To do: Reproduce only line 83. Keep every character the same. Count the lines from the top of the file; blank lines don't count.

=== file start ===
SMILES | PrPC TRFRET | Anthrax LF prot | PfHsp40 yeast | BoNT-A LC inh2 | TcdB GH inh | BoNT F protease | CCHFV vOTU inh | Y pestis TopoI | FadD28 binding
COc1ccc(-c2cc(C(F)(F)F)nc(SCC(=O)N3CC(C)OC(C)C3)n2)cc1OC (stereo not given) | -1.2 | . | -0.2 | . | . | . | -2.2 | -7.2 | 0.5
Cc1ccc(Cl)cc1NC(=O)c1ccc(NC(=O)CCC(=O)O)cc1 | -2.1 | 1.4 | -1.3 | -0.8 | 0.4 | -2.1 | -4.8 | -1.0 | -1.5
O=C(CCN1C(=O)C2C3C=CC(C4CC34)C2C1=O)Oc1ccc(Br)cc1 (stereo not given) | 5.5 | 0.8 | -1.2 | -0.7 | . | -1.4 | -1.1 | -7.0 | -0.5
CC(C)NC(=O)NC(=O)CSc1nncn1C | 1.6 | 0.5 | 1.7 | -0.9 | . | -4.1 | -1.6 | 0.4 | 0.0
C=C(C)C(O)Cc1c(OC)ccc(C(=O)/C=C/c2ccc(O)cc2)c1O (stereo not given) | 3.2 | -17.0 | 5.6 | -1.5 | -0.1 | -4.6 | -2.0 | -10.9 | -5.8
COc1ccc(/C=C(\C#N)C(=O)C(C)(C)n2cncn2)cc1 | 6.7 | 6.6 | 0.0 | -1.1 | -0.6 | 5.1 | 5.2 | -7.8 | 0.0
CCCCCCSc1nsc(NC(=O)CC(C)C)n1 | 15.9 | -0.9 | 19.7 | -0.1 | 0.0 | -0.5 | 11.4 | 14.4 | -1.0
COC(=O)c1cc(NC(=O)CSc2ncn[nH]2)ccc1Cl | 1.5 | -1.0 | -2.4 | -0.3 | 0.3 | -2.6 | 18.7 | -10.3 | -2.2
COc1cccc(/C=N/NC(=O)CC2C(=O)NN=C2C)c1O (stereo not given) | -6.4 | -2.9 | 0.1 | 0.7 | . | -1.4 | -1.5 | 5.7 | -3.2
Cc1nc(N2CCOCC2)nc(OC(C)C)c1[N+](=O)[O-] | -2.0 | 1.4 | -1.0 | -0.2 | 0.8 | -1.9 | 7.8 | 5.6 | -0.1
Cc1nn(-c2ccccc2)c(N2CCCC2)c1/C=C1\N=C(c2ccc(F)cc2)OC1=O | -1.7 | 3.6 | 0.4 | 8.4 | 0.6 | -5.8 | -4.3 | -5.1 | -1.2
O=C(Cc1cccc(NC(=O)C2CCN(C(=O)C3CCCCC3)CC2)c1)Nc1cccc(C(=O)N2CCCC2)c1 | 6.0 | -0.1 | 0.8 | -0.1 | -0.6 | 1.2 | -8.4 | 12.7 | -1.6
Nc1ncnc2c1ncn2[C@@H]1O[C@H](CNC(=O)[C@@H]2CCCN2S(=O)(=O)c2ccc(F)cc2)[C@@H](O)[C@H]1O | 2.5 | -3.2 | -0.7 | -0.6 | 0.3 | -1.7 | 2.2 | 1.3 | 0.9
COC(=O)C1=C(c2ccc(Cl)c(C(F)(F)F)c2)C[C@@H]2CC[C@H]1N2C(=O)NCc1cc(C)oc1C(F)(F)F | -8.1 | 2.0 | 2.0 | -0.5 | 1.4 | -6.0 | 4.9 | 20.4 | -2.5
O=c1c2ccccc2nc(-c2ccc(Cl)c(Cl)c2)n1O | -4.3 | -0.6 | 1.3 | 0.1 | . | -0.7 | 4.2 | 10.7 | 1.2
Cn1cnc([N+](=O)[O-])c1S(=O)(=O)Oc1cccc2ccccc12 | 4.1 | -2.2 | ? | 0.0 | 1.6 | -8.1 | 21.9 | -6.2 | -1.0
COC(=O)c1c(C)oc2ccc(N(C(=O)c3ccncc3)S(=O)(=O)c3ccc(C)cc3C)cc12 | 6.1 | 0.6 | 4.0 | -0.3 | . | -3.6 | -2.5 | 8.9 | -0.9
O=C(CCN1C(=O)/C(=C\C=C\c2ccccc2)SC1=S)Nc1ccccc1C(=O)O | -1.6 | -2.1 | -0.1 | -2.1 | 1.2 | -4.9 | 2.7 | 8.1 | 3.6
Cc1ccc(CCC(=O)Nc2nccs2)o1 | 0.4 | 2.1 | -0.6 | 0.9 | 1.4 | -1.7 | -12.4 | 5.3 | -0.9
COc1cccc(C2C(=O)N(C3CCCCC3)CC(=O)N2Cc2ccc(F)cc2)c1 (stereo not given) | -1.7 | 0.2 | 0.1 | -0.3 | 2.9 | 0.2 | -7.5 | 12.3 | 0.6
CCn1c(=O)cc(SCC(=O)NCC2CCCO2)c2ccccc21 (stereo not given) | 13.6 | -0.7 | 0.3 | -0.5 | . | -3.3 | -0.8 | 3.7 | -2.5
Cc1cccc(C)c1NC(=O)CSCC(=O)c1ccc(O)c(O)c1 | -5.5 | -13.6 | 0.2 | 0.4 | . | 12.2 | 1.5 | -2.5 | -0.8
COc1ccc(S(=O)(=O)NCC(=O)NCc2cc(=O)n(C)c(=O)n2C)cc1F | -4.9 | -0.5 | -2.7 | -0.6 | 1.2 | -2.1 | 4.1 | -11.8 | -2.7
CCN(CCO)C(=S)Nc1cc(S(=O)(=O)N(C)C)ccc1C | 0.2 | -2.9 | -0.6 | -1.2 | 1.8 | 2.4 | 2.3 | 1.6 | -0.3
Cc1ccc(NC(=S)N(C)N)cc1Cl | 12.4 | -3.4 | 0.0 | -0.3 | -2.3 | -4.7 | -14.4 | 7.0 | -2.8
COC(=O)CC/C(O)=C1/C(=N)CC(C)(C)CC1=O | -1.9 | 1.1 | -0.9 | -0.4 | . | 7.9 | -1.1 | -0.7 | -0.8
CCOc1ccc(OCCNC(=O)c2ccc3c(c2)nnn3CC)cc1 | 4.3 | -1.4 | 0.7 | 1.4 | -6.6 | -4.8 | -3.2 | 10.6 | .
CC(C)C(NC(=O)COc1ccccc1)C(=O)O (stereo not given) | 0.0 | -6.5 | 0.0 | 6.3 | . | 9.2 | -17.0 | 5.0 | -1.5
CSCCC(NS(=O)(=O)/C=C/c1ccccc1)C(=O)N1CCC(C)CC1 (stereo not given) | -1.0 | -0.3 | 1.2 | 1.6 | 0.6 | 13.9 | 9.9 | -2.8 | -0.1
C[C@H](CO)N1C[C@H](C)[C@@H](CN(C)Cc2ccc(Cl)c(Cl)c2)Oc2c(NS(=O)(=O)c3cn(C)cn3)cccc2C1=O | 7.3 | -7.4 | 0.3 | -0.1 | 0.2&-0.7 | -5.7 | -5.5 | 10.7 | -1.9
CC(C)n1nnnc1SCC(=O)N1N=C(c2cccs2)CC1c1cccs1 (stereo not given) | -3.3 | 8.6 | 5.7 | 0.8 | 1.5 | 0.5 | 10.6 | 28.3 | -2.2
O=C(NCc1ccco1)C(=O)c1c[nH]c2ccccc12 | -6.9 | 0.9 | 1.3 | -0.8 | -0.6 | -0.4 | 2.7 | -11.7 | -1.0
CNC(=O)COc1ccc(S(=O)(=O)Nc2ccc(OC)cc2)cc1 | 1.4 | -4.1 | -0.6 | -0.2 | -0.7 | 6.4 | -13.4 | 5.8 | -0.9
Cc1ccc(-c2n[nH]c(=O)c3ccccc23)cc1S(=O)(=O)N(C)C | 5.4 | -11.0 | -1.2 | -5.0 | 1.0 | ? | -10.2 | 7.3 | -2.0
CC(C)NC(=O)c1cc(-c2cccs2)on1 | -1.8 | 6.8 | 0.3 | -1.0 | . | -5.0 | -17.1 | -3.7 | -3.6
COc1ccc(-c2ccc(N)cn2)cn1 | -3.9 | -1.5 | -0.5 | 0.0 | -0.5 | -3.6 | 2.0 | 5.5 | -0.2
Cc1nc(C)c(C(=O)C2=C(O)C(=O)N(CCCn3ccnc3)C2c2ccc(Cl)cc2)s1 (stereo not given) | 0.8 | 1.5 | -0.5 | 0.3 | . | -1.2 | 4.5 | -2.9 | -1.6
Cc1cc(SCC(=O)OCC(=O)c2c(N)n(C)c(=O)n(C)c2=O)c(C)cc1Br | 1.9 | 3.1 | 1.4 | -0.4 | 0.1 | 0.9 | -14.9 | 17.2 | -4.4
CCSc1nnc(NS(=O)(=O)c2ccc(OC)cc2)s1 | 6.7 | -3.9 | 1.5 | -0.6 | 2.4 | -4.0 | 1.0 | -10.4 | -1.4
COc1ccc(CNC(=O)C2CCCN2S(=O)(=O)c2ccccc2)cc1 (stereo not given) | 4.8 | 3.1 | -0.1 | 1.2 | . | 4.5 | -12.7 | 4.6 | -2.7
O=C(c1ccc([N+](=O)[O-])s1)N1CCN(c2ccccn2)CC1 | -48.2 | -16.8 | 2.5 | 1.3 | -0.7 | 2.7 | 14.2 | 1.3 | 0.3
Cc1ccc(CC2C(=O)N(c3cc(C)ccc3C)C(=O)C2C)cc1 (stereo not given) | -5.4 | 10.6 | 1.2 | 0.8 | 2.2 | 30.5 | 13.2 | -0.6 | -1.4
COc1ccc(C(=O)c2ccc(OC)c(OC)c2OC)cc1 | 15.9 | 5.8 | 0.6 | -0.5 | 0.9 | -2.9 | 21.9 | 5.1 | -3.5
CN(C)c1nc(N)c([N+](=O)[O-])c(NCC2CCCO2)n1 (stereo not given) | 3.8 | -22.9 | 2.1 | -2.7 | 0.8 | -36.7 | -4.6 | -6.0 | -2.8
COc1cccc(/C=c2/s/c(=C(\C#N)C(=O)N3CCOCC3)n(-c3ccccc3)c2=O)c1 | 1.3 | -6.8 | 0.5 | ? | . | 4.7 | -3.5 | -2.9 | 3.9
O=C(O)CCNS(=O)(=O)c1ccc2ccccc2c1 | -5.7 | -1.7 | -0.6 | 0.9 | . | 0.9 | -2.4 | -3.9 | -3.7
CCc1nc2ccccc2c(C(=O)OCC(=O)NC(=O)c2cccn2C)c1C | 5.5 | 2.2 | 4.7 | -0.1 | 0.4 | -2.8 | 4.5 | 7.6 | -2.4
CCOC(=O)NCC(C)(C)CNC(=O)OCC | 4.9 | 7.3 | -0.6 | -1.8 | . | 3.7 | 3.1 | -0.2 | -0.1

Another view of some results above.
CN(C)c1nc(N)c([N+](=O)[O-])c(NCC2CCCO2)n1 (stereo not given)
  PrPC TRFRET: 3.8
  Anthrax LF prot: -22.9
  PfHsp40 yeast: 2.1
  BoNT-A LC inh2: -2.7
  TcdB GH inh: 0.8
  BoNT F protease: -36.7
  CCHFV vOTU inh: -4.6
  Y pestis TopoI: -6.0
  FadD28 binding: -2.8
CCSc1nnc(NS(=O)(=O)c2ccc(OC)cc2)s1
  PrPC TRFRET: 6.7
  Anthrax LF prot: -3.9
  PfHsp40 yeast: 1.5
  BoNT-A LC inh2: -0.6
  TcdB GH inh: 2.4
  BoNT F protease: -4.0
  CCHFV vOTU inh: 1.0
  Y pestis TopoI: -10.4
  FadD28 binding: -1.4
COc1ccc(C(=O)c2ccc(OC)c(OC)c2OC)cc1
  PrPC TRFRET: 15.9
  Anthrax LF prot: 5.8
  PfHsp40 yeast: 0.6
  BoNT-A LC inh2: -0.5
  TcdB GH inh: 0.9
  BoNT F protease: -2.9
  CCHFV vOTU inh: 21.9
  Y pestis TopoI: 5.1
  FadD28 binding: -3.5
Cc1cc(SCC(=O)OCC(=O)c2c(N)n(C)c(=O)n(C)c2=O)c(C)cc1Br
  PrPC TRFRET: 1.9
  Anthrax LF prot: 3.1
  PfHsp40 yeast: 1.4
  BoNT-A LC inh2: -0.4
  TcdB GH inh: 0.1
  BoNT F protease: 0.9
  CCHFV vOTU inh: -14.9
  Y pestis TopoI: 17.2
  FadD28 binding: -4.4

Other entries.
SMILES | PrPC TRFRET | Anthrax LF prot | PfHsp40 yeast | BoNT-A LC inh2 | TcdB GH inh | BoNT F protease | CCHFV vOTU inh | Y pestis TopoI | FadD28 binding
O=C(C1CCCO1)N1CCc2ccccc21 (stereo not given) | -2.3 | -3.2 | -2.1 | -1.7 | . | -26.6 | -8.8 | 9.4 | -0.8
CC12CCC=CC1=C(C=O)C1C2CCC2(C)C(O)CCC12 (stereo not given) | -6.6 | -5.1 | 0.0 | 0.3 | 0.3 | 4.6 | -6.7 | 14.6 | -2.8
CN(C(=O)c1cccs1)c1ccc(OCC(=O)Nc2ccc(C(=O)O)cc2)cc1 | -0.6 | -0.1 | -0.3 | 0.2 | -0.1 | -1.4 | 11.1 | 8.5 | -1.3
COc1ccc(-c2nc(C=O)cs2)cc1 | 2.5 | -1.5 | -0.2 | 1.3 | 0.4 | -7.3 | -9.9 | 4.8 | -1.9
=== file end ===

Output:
  Anthrax LF prot: 3.1